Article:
[WNYLUG-Users] Burnt by Bash AGAIN!!!!

Aaron E. Durkee aedurkee at yahoo.com
Mon Feb 8 19:06:19 EST 2010


So I had right the first time .. lol

--- On Mon, 2/8/10, Joe <josephj at main.nc.us> wrote:

> From: Joe <josephj at main.nc.us>
> Subject: Re: [WNYLUG-Users] Burnt by Bash AGAIN!!!!
> To: "Western New York Linux Users Group Users Mailing List" <users at wnylug.org>
> Date: Monday, February 8, 2010, 5:13 PM
> It's export DATE because you're
> exporting the variable, not its value
> ($DATE).
> 
> bash has pretty weird syntax - especially when dealing with
> escaping
> things from being interpreted by the shell before they get
> to where you
> want to use them.  You have to use it all the time or
> it goes away
> pretty quickly.
> 
> Joe
> 
> Aaron E. Durkee wrote:
> > or wait is it 
> > export $DATE
> >
> > I've been out of loop too long.
> >
> > --- On Mon, 2/8/10, Aaron E. Durkee <aedurkee at yahoo.com>
> wrote:
> >
> >   
> >> From: Aaron E. Durkee <aedurkee at yahoo.com>
> >> Subject: Re: [WNYLUG-Users] Burnt by Bash
> AGAIN!!!!
> >> To: "Western New York Linux Users Group Users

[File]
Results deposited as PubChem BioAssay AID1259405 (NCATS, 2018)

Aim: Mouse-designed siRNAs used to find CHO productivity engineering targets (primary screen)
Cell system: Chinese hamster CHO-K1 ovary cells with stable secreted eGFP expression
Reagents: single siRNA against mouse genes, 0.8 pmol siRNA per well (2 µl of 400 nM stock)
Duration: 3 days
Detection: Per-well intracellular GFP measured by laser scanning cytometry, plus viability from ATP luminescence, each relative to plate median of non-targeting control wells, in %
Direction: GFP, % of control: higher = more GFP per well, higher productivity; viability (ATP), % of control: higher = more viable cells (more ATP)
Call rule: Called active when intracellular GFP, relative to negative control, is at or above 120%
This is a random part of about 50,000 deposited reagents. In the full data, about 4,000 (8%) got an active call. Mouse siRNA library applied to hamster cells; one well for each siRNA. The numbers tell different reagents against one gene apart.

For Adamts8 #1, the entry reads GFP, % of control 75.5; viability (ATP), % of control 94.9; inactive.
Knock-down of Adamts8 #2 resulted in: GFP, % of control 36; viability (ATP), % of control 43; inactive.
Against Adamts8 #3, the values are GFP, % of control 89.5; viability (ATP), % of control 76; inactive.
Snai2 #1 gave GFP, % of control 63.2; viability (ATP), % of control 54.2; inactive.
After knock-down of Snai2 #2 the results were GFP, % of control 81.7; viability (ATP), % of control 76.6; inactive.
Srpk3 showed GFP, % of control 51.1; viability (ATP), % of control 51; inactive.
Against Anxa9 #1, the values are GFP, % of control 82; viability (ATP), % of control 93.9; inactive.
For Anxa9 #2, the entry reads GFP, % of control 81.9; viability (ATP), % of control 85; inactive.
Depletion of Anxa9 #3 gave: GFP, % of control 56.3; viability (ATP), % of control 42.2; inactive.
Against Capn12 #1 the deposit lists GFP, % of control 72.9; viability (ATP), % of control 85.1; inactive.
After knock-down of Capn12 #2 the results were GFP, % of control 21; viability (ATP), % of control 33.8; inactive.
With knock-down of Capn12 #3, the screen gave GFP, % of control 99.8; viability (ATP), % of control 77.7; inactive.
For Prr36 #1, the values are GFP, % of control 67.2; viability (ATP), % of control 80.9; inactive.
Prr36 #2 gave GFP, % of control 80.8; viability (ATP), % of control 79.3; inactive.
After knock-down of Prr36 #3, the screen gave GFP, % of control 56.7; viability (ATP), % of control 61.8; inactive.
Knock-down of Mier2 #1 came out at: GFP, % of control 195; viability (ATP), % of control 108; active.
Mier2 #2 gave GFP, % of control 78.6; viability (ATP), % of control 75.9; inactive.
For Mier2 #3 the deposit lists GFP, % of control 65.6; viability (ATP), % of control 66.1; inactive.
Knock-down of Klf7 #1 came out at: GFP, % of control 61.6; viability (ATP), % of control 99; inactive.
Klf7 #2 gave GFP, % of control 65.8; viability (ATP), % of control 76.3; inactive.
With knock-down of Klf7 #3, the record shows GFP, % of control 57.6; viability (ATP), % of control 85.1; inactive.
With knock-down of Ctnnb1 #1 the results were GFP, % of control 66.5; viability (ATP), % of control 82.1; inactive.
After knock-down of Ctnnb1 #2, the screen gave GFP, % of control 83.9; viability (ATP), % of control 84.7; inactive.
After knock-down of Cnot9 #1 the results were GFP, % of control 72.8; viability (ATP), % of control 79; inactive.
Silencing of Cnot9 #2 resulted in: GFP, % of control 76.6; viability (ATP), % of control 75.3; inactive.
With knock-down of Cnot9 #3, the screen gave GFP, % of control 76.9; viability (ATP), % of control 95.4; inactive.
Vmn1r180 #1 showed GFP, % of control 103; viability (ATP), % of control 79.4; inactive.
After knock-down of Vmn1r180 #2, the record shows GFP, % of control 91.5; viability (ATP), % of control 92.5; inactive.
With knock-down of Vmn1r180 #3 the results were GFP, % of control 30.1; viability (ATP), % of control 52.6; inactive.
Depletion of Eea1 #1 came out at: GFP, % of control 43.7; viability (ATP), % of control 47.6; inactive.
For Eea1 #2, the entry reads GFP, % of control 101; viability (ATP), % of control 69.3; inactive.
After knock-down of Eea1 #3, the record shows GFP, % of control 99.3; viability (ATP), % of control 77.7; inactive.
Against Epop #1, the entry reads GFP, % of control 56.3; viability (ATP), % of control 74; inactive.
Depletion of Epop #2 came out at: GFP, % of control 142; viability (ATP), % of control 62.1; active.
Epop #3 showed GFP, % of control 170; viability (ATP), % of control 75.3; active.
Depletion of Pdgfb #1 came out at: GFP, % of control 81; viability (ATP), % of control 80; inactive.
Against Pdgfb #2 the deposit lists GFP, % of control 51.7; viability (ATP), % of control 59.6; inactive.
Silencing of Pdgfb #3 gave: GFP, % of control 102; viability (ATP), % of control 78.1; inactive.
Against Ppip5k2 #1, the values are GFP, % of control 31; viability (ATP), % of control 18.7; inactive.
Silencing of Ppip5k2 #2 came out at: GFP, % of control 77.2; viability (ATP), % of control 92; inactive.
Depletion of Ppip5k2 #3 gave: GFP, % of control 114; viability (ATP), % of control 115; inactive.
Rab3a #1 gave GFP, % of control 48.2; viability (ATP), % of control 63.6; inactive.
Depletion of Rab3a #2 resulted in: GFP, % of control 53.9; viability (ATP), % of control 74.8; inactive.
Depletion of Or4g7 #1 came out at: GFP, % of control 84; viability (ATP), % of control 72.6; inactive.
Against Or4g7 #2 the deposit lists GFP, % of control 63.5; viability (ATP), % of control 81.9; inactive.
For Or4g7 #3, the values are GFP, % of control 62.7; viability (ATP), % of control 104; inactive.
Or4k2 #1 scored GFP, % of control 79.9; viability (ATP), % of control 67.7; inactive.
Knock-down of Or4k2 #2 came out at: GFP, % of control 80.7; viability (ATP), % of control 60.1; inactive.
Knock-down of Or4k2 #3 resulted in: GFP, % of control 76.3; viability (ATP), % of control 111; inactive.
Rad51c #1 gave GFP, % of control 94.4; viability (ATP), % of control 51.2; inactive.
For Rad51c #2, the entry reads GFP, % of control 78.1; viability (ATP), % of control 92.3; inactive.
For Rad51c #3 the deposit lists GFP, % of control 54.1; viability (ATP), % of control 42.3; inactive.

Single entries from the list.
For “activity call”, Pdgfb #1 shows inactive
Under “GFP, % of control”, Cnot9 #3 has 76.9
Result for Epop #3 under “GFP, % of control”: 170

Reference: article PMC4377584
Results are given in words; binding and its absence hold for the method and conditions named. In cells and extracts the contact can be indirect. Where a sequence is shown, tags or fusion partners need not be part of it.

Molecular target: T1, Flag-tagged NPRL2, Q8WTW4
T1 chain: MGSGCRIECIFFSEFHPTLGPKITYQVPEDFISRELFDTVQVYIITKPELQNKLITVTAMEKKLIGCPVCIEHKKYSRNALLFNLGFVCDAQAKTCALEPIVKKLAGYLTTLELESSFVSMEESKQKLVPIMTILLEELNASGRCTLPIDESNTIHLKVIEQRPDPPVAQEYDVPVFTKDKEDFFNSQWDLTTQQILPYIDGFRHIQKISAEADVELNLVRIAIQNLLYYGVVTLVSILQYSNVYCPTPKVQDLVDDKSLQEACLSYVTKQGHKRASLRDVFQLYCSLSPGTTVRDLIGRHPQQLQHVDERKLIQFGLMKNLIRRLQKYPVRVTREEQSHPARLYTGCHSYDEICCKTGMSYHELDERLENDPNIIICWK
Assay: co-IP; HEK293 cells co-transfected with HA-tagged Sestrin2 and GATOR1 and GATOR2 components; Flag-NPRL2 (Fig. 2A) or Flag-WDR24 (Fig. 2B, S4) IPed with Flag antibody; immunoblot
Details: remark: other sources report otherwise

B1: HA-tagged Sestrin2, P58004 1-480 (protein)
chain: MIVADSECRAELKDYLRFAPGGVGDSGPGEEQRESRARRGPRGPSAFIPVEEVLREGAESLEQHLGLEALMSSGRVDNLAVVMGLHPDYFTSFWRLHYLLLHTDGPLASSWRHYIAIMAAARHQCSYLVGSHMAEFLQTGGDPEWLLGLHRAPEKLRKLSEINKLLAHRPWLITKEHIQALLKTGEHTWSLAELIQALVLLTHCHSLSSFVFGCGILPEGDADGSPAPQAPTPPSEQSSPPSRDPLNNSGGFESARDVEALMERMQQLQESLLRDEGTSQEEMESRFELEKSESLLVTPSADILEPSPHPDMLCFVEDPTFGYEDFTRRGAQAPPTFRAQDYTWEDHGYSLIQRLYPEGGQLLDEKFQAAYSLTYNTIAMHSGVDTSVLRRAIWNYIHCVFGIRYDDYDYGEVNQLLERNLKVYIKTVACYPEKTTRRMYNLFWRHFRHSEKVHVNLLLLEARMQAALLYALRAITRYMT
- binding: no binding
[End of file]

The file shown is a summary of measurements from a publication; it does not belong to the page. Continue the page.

> Mailing List" <users at wnylug.org>
> >> Date: Monday, February 8, 2010, 1:16 PM
> >> If memory serves me correctly from
> >> o'reily's learning the bash shell all you need to
> do is
> >> export the variable
> >>
> >> DATE="TODAY"
> >> export DATE
> >>
> >> This will allow the new shell to keep value of
> the
> >> variable.
> >>
> >> --- On Mon, 2/8/10, Joe Hoot <joehoot at gmail.com>
> >> wrote:
> >>
> >>     
> >>> From: Joe Hoot <joehoot at gmail.com>
> >>> Subject: [WNYLUG-Users] Burnt by Bash
> AGAIN!!!!
> >>> To: "Western New York Linux Users Group Users
> Mailing
> >>>       
> >> List" <users at wnylug.org>
> >>     
> >>> Date: Monday, February 8, 2010, 11:34 AM
> >>> Hi all,
> >>>
> >>> I don't know if others have had this happen
> to
> >>>       
> >> them. 
> >>     
> >>> However, I have run into this 3-4 times now
> and have
> >>>       
> >> been
> >>     
> >>> beating my head against the wall (poor wall)
> >>>       
> >> attempting to
> >>     
> >>> debug this.  I hope my memory will hold
> up next time
> >>>       
> >> so
> >>     
> >>> that I'll remember that bash doesn't handle
> pipes in
> >>>       
> >> the way
> >>     
> >>> I would want them to.  But I figured I'd
> toss this
> >>>       
> >> out
> >>     
> >>> to the list in case anyone else runs into
> these
> >>>       
> >> problems
> >>     
> >>> once in awhile and doesn't want to put dents
> in their
> >>>       
> >> wall:
> >>     
> >>> Here's an example of why I was banging the
> wall:
> >>>
> >>> #!/bin/bash
> >>> #  - numdiscs.sh - script to check
> >>>       
> >> /var/log/messages*
> >>     
> >>> to see if iSCSI has disconnects and if there
> >>> #           
>    
> >>>           
>    have been
> >>> any dm-multipath path failures because of the
> iSCSI
> >>> disconnects
> >>> #
> >>> MESSAGES=$(ls /var/log/messages*)
> >>> TMPMNTH=AAA
> >>> TMPDAY=0
> >>> FIRSTROUND=0
> >>>